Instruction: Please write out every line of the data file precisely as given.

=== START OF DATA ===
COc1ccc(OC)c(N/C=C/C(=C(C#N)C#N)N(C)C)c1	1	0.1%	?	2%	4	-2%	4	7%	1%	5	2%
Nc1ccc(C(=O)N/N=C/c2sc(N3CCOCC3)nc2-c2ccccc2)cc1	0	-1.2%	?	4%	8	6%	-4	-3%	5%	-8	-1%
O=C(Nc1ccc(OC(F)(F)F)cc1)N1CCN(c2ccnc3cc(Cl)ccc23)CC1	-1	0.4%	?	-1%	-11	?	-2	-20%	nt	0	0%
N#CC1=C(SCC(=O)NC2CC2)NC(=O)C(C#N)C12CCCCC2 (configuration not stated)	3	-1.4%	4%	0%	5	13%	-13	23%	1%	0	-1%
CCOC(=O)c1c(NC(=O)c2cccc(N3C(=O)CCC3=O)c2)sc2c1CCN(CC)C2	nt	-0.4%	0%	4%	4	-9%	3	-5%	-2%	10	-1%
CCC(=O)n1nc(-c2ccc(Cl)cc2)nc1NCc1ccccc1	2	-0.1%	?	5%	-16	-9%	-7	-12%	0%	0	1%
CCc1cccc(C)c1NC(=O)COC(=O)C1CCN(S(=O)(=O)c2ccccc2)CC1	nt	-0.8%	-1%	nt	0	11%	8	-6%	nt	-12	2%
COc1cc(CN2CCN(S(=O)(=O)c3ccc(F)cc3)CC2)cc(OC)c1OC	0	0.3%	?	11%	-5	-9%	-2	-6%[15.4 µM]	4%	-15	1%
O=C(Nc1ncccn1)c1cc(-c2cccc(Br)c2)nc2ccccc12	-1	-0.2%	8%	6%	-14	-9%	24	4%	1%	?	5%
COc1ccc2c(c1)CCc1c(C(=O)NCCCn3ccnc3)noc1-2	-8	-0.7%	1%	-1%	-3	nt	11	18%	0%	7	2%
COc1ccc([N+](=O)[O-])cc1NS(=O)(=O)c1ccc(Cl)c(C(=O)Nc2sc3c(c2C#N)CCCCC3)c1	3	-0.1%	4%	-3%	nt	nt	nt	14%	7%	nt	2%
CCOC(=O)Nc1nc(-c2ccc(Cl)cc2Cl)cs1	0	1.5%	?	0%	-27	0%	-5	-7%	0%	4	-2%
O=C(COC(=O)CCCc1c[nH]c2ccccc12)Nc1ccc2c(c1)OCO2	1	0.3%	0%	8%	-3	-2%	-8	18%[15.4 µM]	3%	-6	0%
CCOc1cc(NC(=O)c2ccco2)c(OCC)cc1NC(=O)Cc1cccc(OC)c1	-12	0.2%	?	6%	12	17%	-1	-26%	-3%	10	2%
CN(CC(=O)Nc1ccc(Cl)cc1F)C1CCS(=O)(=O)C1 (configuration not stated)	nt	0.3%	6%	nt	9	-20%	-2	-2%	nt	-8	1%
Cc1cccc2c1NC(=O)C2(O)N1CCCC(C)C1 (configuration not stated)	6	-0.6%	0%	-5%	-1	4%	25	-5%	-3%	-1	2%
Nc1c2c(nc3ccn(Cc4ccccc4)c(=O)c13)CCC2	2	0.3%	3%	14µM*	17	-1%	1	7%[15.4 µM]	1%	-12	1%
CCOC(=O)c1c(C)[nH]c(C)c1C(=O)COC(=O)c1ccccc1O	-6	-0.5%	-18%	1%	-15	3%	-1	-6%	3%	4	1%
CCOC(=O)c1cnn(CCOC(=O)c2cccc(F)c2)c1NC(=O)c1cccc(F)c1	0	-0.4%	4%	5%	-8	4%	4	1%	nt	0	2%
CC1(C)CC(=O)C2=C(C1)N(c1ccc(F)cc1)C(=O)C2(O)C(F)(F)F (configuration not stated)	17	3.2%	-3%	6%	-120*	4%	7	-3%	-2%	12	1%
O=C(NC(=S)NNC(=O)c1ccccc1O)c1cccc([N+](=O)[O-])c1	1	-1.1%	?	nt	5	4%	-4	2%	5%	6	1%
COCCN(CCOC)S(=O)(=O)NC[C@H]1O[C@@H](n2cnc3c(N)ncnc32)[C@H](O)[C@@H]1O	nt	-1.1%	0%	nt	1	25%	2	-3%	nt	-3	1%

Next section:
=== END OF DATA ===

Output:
COc1ccc(OC)c(N/C=C/C(=C(C#N)C#N)N(C)C)c1	1	0.1%	?	2%	4	-2%	4	7%	1%	5	2%
Nc1ccc(C(=O)N/N=C/c2sc(N3CCOCC3)nc2-c2ccccc2)cc1	0	-1.2%	?	4%	8	6%	-4	-3%	5%	-8	-1%
O=C(Nc1ccc(OC(F)(F)F)cc1)N1CCN(c2ccnc3cc(Cl)ccc23)CC1	-1	0.4%	?	-1%	-11	?	-2	-20%	nt	0	0%
N#CC1=C(SCC(=O)NC2CC2)NC(=O)C(C#N)C12CCCCC2 (configuration not stated)	3	-1.4%	4%	0%	5	13%	-13	23%	1%	0	-1%
CCOC(=O)c1c(NC(=O)c2cccc(N3C(=O)CCC3=O)c2)sc2c1CCN(CC)C2	nt	-0.4%	0%	4%	4	-9%	3	-5%	-2%	10	-1%
CCC(=O)n1nc(-c2ccc(Cl)cc2)nc1NCc1ccccc1	2	-0.1%	?	5%	-16	-9%	-7	-12%	0%	0	1%
CCc1cccc(C)c1NC(=O)COC(=O)C1CCN(S(=O)(=O)c2ccccc2)CC1	nt	-0.8%	-1%	nt	0	11%	8	-6%	nt	-12	2%
COc1cc(CN2CCN(S(=O)(=O)c3ccc(F)cc3)CC2)cc(OC)c1OC	0	0.3%	?	11%	-5	-9%	-2	-6%[15.4 µM]	4%	-15	1%
O=C(Nc1ncccn1)c1cc(-c2cccc(Br)c2)nc2ccccc12	-1	-0.2%	8%	6%	-14	-9%	24	4%	1%	?	5%
COc1ccc2c(c1)CCc1c(C(=O)NCCCn3ccnc3)noc1-2	-8	-0.7%	1%	-1%	-3	nt	11	18%	0%	7	2%
COc1ccc([N+](=O)[O-])cc1NS(=O)(=O)c1ccc(Cl)c(C(=O)Nc2sc3c(c2C#N)CCCCC3)c1	3	-0.1%	4%	-3%	nt	nt	nt	14%	7%	nt	2%
CCOC(=O)Nc1nc(-c2ccc(Cl)cc2Cl)cs1	0	1.5%	?	0%	-27	0%	-5	-7%	0%	4	-2%
O=C(COC(=O)CCCc1c[nH]c2ccccc12)Nc1ccc2c(c1)OCO2	1	0.3%	0%	8%	-3	-2%	-8	18%[15.4 µM]	3%	-6	0%
CCOc1cc(NC(=O)c2ccco2)c(OCC)cc1NC(=O)Cc1cccc(OC)c1	-12	0.2%	?	6%	12	17%	-1	-26%	-3%	10	2%
CN(CC(=O)Nc1ccc(Cl)cc1F)C1CCS(=O)(=O)C1 (configuration not stated)	nt	0.3%	6%	nt	9	-20%	-2	-2%	nt	-8	1%
Cc1cccc2c1NC(=O)C2(O)N1CCCC(C)C1 (configuration not stated)	6	-0.6%	0%	-5%	-1	4%	25	-5%	-3%	-1	2%
Nc1c2c(nc3ccn(Cc4ccccc4)c(=O)c13)CCC2	2	0.3%	3%	14µM*	17	-1%	1	7%[15.4 µM]	1%	-12	1%
CCOC(=O)c1c(C)[nH]c(C)c1C(=O)COC(=O)c1ccccc1O	-6	-0.5%	-18%	1%	-15	3%	-1	-6%	3%	4	1%
CCOC(=O)c1cnn(CCOC(=O)c2cccc(F)c2)c1NC(=O)c1cccc(F)c1	0	-0.4%	4%	5%	-8	4%	4	1%	nt	0	2%
CC1(C)CC(=O)C2=C(C1)N(c1ccc(F)cc1)C(=O)C2(O)C(F)(F)F (configuration not stated)	17	3.2%	-3%	6%	-120*	4%	7	-3%	-2%	12	1%
O=C(NC(=S)NNC(=O)c1ccccc1O)c1cccc([N+](=O)[O-])c1	1	-1.1%	?	nt	5	4%	-4	2%	5%	6	1%
COCCN(CCOC)S(=O)(=O)NC[C@H]1O[C@@H](n2cnc3c(N)ncnc32)[C@H](O)[C@@H]1O	nt	-1.1%	0%	nt	1	25%	2	-3%	nt	-3	1%

Next section: